Hiring someone is a complex process that does open your business up to different forms of liability.
Of course, your first objective is to choose the person who will perform best in the role you want to fill. But there is more to safely hiring someone than simply interviewing them and bringing them on board.
You need to consider how to make the process fair, how to ensure the person is safe and truly qualified, and how to steer your business away from potential liability issues. This is especially important for small and mid-sized businesses which might not yet have hiring practices laid out.
Today, we look at how you can protect your business during the hiring process.
1. Require Applications
Small businesses frequently make the mistake of hiring without asking the new hire to apply.
When you do this, you can open yourself up to many liability issues. You are also not certain that the person you hired is truly your best option. It’s normal to know who you’d like to hire, but requiring a formal interview process is important to make the best decisions for your business.
2. Make Your Posting Clear
The purpose of a job posting is to get attention from qualified candidates who would be happy to fill your position.
The clearer you make your job posting, the better candidates can assess if the position is truly for them and if they would be a good fit for the company culture. Vague or exaggerated job postings may attract more people, but they are less likely to be a truly good match, and you may waste time interviewing people who do not really want the position.
3. Use Predetermined Assessments
Take some time to consider what your ideal employee would be like before you create your job posting or look at any applications. This entail detailing the job description with the position’s must-have criteria.
If you decide in advance what you’re looking for, it will be easier to assess applicants fairly without defaulting to bias. Writing down the assessment process and scoring it will also help you make fair hiring decisions and end up with an employee that you feel confident about.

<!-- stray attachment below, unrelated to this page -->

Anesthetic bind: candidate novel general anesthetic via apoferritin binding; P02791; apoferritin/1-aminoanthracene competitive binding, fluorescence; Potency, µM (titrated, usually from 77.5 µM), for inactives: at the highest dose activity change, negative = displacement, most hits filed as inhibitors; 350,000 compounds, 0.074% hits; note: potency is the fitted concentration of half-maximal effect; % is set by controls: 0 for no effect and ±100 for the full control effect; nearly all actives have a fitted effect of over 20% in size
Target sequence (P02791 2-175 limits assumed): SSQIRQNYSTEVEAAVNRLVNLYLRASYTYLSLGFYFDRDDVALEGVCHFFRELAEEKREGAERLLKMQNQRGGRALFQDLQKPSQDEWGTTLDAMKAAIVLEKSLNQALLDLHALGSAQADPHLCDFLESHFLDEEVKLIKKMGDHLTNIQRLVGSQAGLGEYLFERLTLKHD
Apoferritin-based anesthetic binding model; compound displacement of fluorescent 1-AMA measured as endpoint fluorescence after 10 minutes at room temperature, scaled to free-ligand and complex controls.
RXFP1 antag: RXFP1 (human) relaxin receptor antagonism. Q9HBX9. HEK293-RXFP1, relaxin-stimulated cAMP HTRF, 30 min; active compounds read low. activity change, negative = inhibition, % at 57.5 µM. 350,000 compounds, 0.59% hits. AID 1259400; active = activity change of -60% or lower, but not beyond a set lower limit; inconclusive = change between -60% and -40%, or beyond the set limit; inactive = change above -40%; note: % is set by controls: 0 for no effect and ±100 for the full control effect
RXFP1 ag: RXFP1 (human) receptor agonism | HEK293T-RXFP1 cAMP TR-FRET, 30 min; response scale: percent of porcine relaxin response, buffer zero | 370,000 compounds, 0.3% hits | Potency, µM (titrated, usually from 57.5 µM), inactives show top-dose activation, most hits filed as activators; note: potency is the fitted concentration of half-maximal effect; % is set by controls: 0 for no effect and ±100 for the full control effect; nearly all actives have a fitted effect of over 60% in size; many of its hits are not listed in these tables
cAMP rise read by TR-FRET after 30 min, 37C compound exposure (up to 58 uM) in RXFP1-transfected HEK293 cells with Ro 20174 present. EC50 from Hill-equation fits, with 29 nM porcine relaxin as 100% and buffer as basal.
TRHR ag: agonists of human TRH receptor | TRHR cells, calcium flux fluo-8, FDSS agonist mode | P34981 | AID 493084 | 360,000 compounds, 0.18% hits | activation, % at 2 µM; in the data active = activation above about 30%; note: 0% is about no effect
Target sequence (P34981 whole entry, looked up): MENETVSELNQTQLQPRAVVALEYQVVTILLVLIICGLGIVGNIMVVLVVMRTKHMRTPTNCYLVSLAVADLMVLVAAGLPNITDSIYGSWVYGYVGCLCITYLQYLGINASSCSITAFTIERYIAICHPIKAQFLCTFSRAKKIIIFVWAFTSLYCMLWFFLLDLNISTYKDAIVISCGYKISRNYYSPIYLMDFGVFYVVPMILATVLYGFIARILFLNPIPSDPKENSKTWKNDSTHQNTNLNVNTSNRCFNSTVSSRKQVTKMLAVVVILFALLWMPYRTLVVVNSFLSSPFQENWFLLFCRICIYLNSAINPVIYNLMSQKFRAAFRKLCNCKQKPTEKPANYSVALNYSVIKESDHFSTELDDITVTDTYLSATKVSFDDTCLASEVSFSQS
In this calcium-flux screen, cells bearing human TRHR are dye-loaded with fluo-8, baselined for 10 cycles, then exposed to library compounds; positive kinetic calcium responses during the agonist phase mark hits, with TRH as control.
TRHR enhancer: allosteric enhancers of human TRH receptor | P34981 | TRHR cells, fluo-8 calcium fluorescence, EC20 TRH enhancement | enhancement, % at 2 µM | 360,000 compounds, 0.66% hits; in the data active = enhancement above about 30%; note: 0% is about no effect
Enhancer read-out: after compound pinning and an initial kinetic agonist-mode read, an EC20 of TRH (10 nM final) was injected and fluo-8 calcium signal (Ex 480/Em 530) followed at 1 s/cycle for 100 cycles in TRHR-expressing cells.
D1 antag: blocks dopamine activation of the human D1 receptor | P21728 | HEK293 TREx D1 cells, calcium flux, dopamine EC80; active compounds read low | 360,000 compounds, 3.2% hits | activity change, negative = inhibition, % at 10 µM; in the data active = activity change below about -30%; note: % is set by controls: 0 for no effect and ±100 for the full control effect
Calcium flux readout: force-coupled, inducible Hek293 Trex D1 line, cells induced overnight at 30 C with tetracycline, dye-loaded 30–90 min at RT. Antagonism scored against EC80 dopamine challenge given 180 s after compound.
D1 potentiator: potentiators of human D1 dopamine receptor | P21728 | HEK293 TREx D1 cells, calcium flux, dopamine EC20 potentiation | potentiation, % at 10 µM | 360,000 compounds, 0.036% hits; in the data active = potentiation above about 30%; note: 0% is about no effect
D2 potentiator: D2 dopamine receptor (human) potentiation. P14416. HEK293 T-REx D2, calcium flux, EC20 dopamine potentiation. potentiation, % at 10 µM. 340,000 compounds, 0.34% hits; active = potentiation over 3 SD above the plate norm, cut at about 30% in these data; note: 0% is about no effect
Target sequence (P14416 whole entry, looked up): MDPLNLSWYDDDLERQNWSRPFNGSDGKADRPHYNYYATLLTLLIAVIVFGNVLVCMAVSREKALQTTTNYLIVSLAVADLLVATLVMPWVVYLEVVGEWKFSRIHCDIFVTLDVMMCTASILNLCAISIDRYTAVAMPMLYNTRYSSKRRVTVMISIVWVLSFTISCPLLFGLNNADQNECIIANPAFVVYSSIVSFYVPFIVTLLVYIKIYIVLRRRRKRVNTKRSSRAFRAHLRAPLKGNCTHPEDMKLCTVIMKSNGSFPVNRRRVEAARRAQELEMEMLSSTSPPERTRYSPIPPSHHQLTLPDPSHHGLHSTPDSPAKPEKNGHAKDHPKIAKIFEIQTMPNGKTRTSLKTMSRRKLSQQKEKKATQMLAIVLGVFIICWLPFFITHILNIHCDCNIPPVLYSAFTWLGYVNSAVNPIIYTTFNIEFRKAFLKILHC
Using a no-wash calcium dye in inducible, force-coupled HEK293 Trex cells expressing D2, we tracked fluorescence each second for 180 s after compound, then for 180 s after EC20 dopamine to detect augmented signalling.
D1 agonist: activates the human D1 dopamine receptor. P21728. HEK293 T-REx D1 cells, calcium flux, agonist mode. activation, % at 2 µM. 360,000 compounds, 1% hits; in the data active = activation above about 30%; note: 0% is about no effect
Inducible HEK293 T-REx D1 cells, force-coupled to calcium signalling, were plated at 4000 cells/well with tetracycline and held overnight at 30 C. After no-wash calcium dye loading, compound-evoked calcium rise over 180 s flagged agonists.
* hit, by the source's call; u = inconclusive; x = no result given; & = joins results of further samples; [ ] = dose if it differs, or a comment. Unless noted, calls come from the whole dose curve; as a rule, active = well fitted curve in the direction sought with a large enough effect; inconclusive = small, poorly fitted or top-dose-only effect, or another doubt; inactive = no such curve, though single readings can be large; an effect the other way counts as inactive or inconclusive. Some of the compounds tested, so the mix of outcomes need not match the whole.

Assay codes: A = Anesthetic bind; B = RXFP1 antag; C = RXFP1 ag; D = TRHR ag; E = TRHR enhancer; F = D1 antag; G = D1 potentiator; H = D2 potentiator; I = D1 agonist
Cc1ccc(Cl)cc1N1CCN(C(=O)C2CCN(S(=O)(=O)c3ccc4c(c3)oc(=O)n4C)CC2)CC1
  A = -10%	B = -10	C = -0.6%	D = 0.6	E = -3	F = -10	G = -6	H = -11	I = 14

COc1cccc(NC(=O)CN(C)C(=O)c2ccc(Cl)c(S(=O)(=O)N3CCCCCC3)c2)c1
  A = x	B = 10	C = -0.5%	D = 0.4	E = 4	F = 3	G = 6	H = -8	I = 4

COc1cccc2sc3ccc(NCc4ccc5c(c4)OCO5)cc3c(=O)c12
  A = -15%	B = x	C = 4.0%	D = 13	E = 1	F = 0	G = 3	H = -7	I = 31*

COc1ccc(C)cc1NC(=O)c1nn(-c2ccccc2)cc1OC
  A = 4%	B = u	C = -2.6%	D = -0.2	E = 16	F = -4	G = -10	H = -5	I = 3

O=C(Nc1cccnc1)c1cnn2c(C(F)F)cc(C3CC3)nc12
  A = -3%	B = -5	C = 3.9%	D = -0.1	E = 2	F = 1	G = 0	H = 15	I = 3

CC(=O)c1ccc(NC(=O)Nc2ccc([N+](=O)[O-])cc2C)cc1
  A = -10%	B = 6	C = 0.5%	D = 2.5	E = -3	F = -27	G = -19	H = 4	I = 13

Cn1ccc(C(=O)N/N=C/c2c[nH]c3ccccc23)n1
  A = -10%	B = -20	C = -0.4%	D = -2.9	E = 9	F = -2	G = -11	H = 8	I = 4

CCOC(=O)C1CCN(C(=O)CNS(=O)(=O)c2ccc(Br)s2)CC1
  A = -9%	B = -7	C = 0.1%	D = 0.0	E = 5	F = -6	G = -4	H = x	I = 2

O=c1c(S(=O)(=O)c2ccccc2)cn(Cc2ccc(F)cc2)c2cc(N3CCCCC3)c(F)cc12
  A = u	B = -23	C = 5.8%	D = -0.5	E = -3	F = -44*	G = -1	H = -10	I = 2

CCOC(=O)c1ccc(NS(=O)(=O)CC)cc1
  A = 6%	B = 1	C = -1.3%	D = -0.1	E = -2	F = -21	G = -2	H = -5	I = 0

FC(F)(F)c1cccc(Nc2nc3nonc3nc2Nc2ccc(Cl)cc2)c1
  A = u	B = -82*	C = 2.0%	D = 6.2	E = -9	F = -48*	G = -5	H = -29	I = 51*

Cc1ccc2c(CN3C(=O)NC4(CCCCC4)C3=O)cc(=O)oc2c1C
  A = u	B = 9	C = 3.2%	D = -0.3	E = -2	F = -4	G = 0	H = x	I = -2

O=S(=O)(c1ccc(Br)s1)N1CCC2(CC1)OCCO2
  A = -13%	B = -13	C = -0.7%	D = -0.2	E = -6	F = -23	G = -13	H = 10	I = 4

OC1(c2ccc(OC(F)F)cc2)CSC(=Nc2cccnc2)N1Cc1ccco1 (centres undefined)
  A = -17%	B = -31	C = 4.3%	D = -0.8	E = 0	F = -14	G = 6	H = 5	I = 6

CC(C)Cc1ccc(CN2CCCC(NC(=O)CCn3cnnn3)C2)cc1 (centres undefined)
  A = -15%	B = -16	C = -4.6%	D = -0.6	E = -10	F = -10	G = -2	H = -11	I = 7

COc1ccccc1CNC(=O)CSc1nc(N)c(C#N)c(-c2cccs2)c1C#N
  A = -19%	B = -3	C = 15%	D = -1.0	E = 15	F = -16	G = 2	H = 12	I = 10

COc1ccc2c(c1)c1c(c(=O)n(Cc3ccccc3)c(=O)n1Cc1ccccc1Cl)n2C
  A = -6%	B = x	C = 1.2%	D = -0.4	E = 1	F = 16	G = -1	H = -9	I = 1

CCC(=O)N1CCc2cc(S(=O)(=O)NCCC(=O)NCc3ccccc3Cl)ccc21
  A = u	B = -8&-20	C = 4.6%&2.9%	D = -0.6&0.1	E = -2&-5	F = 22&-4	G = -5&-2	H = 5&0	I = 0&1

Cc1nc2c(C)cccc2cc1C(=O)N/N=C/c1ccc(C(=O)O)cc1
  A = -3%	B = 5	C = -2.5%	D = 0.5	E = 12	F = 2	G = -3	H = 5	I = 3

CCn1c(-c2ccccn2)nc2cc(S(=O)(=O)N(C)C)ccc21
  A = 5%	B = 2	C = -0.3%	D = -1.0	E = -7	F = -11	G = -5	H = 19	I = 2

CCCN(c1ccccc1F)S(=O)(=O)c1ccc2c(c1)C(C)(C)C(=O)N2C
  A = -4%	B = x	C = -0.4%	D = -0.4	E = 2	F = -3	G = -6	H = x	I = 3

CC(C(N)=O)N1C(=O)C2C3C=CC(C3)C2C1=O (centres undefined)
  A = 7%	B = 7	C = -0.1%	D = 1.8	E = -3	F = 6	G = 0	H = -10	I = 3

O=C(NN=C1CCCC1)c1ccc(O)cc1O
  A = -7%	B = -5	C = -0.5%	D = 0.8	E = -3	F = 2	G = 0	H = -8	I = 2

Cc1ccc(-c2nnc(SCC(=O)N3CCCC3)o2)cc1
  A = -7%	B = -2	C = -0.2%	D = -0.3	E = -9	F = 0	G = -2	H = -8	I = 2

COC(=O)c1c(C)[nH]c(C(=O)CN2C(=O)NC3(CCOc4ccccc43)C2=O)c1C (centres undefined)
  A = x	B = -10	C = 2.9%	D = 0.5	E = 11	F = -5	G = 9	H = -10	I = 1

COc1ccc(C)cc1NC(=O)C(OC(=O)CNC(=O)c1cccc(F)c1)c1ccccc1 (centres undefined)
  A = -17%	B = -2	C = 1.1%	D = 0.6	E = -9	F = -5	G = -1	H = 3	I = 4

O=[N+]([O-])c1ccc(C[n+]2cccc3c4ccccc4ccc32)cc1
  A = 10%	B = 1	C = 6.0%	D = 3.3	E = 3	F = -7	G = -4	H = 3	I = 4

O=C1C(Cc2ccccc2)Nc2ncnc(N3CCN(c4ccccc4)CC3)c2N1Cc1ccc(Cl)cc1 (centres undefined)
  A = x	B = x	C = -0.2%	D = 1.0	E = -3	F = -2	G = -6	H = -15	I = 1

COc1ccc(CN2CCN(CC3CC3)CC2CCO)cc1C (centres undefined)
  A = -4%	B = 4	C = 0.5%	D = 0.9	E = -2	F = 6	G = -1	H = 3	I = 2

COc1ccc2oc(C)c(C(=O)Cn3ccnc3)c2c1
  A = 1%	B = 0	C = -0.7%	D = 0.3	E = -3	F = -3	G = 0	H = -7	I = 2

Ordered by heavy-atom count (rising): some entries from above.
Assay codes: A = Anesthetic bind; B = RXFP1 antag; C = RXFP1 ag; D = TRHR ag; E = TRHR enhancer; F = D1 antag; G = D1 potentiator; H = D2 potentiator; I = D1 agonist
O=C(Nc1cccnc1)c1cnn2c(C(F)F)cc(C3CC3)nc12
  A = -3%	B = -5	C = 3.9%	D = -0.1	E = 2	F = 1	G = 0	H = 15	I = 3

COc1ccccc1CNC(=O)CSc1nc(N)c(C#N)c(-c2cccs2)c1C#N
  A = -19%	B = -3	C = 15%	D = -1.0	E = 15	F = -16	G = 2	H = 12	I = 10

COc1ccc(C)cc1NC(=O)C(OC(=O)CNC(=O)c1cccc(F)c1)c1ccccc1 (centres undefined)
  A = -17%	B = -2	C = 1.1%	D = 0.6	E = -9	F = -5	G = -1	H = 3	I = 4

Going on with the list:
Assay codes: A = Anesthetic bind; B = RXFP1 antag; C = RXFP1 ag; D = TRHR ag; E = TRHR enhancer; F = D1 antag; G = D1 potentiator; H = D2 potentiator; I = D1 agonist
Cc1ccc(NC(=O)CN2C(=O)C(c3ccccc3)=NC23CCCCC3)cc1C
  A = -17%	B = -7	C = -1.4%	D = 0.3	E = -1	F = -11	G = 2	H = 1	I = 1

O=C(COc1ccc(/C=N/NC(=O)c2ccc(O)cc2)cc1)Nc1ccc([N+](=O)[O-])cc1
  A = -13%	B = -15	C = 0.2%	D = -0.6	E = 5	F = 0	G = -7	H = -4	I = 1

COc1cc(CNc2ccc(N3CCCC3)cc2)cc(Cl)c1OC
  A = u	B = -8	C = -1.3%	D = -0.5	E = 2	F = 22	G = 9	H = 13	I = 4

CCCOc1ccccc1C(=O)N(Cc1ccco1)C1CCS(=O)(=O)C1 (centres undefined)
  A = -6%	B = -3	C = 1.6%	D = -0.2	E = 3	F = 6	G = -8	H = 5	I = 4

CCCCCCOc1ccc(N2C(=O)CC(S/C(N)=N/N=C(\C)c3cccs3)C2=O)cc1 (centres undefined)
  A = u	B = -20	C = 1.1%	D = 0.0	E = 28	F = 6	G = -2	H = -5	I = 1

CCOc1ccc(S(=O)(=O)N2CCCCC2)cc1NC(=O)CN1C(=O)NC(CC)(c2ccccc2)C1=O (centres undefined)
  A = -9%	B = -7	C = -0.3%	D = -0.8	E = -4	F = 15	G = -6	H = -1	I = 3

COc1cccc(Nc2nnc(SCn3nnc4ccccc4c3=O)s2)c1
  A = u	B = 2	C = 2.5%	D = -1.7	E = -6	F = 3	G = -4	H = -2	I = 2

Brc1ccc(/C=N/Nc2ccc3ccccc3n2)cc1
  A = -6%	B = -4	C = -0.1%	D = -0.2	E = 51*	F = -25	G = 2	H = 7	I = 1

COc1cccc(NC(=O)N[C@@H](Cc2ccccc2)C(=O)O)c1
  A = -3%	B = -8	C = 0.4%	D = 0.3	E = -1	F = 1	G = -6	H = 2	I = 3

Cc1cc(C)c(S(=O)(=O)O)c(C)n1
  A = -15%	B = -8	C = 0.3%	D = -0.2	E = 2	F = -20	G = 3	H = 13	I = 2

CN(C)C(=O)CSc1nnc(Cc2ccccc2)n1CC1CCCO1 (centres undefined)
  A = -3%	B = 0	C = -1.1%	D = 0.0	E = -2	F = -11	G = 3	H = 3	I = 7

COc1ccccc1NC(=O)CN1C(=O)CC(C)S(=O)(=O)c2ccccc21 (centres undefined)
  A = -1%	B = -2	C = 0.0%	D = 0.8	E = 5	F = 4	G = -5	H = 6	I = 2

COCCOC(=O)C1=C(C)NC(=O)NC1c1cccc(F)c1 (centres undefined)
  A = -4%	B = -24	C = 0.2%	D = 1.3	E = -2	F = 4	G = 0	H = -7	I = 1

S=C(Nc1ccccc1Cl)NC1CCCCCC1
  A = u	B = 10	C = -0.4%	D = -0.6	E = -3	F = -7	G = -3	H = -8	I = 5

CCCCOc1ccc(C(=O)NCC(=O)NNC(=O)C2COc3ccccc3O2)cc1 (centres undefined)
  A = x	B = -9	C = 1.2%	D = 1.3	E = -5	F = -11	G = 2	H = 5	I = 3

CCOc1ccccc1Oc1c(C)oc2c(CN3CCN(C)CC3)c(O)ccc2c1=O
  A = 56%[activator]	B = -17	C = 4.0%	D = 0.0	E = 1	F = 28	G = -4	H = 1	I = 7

4. Run Background Checks and Confirm References
After you’ve interviewed someone, it is critical to check up on their references and perform a background check.
For the safety of your other staff and your business, it is important to know whether a new hire has a criminal record. Note that the decision to hire based on the background check needs to be justified. For example, if a candidate has a DUI but doesn’t have to drive for the company, they can still be hired. Checking up on a person’s references and making sure their timeline and record match their former employers is also important to ensure you are not being misled.
5. Identify Disqualification Reasons
When you turn down applicants, there is always a small risk that the applicant feels this was unfair. They could make an official complaint against you.
Having internal reasons that you disqualified a candidate will help you protect from this outcome. Sharing those reasons with the candidate is not always wise, though.
If you don’t have an HR department, it is crucial to get advice from professionals about your hiring process. That’s where outsourcing the HR function comes into play and can make all the difference.
About Focus HR
Focus HR, Inc. uncomplicates the people side of business by providing small business owners with outsourced HR, project HR, and Leadership Coaching. For more information, please contact us today!